Makin' It Look Easy - The All-Breed Handler
The mark of a gifted professional is the art of making it look easy, no matter the field of endeavor. Proficient skill is a combination of innate talent, practice and long-term study, coupled with an intense focus on achieving success.
The sport of dogs is unique among other competitive venues in that it is made up of two distinct groups of people. The first are the hobbyists; breeder/owners who devote expendable time and income doing what they enjoy apart and aside from their money-earning professions and second, the professional who is “in his office” once setting foot on the show grounds. Within the second group are two subdivisions of pros - specialists and all-breed handlers. The specialist channels his background and area of expertise into a more limited scope of breeds normally within a unique group. Some specialize in breeds such as Poodles where expertise in grooming and presentation is extremely specific, allowing minimal time for other breeds within the scheduling constraints of a show day. Terrier handlers face similar challenges but with a very different skill requirement in grooming and presentation, technique and style.
The all-breed handler is the equivalent of the medical field’s general practitioner. Whether an M.D.’s medical journal or the all-breed pro’s AKC Book of Breed Standards, a continual review and research of the textbook is a mandatory practice. Professional handlers are often times AKC’s future judges. It follows that those handlers who through the years have spent a significant amount of time studying standards and observing the really good dogs whether they have been shown by them or not, develop into the most qualified judges.
Breed-specific presentation is the stock-in-trade skill of an accomplished all-breed handler. A one-fits-all generic presentation regardless of the breed is the bane of the all-breed handling profession. A studied familiarity with the AKC’s breed standard’s description of the ideal is how a qualified professional accurately assesses how closely a dog fits that picture and how he goes about creating the “choreography” for the most effective ring presentation.
During the course of the evaluation process, a judge is looking for the salient characteristics that make the breed what it is in both physicality and temperament. The presenter’s ability to enhance the positive features while drawing attention away from the negative is what ultimately leads to the win. A clever handler knows that no two dogs respond the same way. Individual dogs have their own quirks and triggers. Understanding a dog’s limit for hand-stacking and posing and at what speed he can maintain for full body extension is incumbent on the handler to determine. The knack for getting into a dog’s head and establishing a rapport with each as an individual is a talent only a proficient handler is able to effectively accomplish.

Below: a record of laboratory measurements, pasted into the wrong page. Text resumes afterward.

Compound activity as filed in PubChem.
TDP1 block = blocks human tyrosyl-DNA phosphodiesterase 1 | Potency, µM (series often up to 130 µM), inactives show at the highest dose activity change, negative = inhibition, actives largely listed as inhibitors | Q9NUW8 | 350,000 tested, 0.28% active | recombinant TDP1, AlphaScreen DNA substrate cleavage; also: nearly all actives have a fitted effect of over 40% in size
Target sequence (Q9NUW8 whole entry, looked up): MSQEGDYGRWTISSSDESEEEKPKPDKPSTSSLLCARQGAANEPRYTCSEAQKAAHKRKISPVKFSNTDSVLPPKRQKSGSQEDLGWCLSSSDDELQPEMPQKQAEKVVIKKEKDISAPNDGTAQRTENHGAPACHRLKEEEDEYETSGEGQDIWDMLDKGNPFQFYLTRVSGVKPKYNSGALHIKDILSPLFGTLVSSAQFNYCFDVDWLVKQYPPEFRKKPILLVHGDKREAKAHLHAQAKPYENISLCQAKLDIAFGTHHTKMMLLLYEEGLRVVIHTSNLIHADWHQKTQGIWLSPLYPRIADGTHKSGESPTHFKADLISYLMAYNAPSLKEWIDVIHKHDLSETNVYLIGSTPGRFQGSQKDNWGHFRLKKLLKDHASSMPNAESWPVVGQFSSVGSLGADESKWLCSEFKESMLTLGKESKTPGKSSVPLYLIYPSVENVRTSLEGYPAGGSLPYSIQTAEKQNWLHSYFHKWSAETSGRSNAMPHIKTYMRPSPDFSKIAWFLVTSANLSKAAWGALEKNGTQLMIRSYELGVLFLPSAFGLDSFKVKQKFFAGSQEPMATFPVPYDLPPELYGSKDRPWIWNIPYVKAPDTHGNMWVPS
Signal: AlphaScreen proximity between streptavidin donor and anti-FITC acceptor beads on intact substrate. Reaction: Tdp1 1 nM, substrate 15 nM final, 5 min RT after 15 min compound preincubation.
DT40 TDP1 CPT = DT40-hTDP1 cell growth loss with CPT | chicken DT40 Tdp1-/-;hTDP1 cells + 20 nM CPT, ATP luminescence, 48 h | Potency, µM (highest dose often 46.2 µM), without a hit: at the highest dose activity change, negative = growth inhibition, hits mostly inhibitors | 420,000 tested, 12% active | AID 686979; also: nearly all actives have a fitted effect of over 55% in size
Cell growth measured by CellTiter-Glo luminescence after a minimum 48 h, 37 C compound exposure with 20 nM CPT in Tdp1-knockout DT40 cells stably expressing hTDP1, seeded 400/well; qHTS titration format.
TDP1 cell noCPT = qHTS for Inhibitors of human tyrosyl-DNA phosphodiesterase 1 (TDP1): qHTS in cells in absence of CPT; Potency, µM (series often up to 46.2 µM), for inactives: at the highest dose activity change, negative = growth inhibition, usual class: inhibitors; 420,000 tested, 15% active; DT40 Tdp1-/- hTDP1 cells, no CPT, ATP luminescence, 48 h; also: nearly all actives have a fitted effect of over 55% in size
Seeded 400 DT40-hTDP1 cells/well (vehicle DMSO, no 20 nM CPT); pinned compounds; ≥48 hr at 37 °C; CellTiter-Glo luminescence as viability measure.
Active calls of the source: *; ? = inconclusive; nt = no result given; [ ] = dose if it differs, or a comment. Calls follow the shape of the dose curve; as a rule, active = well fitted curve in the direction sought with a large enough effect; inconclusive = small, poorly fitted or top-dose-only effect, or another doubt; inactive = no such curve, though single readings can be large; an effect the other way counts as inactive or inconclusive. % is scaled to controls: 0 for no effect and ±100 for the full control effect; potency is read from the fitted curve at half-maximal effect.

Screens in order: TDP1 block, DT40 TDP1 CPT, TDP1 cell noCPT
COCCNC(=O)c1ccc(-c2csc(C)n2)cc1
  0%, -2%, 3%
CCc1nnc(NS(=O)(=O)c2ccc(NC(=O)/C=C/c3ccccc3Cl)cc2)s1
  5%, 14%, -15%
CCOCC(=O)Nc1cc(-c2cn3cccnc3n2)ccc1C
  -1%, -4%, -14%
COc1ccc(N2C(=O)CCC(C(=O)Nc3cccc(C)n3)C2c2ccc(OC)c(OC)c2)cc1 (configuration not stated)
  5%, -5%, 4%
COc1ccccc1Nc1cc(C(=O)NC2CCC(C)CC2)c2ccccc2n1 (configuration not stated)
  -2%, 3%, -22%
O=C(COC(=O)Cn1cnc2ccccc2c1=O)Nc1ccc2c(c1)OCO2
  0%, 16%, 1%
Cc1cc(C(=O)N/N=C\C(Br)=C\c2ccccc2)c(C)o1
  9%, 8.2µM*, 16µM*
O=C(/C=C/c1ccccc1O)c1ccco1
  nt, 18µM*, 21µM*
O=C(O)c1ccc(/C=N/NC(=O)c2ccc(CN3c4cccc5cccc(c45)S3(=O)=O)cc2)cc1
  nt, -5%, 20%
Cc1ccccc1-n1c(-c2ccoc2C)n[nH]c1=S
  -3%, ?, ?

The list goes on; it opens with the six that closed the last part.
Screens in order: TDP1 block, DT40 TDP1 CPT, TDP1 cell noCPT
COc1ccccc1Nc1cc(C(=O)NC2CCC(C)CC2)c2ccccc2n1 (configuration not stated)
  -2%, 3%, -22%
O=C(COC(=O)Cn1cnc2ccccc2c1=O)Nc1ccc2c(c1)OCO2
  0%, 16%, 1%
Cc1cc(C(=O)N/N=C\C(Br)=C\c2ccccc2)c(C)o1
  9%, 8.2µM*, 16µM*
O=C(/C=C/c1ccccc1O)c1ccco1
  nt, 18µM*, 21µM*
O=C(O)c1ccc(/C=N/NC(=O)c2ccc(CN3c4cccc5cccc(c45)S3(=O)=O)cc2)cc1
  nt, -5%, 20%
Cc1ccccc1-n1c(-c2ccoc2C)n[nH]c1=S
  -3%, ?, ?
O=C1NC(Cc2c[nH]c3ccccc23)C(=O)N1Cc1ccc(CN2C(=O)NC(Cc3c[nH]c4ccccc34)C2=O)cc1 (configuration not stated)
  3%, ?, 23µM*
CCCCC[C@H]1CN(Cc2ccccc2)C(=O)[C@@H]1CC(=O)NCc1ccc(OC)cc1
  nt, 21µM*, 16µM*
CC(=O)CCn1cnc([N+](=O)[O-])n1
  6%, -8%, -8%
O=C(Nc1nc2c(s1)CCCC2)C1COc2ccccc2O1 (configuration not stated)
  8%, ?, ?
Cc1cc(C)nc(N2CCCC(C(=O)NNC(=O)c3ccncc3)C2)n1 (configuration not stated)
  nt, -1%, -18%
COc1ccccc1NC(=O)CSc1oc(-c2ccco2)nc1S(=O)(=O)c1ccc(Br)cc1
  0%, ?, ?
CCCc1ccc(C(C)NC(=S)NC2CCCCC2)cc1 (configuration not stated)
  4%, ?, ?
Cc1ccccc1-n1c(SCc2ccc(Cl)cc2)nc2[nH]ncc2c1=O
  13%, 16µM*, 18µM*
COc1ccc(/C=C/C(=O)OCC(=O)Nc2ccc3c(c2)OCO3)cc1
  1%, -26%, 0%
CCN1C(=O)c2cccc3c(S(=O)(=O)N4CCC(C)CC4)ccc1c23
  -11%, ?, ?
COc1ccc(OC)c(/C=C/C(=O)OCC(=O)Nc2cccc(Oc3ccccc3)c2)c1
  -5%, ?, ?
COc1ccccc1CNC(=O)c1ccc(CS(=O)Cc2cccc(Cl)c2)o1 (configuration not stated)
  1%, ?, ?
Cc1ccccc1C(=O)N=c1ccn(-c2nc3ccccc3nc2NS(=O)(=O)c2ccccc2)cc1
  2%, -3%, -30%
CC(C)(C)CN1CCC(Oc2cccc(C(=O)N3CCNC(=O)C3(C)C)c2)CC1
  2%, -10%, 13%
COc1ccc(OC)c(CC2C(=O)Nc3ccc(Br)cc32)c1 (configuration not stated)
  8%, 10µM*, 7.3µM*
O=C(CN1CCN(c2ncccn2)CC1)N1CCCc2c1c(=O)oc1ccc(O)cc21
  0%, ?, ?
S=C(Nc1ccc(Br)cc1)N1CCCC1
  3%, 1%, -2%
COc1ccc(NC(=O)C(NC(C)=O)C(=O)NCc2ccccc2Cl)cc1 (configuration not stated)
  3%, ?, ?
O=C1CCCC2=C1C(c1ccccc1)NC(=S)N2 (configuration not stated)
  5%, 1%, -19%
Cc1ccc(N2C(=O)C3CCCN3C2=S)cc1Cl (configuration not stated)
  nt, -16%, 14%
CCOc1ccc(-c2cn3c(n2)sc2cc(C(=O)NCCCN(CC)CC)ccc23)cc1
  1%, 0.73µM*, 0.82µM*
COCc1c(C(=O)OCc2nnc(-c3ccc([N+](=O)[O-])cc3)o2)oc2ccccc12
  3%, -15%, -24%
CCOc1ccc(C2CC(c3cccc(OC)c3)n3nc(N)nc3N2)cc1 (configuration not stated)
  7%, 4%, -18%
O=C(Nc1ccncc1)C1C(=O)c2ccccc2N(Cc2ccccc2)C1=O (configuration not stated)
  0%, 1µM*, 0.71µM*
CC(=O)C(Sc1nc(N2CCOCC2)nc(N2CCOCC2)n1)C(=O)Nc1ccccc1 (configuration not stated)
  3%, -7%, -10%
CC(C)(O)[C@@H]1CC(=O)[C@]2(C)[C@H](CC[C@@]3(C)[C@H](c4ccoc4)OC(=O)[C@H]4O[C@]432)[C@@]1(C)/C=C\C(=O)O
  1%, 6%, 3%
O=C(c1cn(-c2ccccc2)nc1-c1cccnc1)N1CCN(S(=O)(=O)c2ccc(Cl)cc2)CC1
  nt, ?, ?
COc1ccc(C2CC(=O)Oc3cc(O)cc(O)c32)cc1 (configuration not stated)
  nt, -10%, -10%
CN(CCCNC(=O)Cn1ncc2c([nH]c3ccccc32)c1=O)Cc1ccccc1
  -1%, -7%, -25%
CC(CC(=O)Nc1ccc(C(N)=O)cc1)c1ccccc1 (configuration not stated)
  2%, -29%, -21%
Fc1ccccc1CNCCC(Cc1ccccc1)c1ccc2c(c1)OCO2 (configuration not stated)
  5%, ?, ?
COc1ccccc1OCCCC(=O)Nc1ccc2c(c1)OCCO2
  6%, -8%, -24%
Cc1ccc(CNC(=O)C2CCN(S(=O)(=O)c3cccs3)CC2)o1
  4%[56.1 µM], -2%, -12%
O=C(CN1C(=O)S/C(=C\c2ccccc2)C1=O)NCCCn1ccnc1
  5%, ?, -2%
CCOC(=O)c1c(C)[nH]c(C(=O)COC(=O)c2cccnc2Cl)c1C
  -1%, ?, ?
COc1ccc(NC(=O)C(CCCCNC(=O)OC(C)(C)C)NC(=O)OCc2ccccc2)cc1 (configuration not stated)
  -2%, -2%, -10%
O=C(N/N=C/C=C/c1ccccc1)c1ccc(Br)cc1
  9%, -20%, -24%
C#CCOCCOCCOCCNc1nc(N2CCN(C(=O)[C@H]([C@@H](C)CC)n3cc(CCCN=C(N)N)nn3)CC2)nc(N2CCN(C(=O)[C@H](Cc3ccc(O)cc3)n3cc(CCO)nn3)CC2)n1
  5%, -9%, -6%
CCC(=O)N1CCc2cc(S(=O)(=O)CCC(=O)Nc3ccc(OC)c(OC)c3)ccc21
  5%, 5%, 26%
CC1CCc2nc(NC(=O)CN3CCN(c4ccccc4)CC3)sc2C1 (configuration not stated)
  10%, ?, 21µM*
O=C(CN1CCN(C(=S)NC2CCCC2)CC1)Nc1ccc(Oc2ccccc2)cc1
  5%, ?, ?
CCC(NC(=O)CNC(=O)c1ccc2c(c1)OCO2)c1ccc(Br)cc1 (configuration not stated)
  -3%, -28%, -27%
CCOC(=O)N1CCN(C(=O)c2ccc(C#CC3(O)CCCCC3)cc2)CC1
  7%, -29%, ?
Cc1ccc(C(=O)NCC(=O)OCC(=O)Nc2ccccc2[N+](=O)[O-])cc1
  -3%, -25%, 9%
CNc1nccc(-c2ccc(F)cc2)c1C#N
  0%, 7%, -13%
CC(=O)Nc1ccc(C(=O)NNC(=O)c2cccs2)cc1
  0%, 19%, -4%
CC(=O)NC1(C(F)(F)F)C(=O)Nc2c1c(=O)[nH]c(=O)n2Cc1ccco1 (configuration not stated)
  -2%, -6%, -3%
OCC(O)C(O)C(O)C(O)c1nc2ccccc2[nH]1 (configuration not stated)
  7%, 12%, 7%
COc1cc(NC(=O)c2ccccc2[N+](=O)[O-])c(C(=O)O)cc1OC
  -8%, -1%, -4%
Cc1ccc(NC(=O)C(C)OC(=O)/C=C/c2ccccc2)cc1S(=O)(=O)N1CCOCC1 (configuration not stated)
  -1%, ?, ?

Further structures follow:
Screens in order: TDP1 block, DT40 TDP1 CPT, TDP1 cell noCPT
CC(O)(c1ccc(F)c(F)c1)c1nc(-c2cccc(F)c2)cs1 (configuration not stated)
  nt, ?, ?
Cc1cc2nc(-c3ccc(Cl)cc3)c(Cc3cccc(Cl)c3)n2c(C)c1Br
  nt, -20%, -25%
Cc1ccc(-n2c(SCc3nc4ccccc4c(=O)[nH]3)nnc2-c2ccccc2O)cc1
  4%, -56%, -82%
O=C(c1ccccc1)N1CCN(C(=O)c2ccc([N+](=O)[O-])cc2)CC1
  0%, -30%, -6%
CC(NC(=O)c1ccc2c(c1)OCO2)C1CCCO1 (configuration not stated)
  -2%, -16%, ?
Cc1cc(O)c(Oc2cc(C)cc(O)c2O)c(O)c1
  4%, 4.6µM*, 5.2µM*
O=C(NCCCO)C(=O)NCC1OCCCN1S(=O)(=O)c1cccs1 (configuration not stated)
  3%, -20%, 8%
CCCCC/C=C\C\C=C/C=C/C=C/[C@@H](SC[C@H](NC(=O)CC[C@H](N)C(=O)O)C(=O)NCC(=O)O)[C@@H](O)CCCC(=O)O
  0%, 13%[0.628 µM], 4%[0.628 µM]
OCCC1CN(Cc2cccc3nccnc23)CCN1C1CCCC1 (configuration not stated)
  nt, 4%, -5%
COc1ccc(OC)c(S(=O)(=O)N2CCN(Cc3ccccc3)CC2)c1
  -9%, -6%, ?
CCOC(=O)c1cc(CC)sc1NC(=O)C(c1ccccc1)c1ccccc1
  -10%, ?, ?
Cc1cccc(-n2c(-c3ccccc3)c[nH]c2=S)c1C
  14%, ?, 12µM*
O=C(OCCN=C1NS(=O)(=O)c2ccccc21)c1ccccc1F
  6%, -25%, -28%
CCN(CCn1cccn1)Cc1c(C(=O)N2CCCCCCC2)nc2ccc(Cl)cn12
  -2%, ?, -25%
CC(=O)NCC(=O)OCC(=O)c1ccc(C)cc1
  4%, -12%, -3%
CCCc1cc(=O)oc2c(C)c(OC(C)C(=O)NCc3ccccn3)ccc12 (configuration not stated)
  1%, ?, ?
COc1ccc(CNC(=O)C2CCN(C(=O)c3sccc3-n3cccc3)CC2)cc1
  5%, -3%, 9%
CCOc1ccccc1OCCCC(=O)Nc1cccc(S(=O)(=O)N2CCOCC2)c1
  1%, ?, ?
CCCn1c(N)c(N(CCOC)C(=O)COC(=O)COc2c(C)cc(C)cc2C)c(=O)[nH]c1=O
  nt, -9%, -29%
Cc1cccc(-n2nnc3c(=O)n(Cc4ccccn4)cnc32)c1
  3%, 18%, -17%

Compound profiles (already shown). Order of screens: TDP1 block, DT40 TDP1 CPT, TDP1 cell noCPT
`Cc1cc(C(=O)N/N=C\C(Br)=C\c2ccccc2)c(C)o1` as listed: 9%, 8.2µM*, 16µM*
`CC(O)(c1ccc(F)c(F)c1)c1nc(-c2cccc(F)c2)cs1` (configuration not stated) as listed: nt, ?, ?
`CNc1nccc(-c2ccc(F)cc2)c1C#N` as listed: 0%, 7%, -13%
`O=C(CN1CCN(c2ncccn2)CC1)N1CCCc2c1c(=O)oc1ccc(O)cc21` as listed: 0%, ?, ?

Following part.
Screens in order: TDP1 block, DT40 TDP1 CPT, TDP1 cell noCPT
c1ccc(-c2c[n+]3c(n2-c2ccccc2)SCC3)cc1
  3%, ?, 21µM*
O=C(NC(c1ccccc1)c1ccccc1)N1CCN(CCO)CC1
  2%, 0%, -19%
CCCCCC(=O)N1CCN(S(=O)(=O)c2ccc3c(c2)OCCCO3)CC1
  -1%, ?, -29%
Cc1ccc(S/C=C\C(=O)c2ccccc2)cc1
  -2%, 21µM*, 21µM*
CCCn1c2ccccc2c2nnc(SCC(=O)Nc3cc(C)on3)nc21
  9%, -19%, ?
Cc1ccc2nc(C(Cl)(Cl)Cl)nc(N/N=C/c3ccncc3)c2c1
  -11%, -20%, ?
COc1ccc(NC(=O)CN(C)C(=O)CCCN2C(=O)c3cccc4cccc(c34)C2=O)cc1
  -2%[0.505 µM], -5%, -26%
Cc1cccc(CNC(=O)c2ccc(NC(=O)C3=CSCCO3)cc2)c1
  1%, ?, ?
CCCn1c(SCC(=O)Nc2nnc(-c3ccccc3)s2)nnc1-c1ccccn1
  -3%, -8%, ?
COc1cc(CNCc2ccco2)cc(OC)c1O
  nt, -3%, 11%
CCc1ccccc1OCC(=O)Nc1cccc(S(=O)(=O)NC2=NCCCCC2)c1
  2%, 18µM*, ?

A judge’s initial impression in a class is identifying the correct silhouette for the breed. The handler’s job is to make that dog’s outline look the part “on the line” from the first look by the judge to the last. For example, a dog that may be a little long in body according to the standard can be stacked on the line at a slight enough angle that it creates the illusion of less body length. Being aware of what the standard calls for in the primary characteristics of the breed is the professional’s staple skill. As a judge goes about his task of finding and awarding the best in the class, he is visualizing the breed’s ideal and how closely each exhibit comes to that mark. Accomplished handling skill facilitates that process for the judge whether it’s a cleverly-crafted illusion or the real deal. Minimizing errors and learning how to optimize your ring time to full advantage when the judge’s attention is on your dog is critical. Timing is everything; knowing when and how to grab the eye is a big part of presentation.
Grooming, trimming and conditioning is a large part of a handler’s bag of tricks. The right combination makes a good dog stand out. Mentoring sessions with breed experts is the obvious and most effective path in obtaining these valuable tools. Observing a great groomer through all phases of the process combined with continual practice is essential.
To summarize the 5 skills essential to an all-breed handler:
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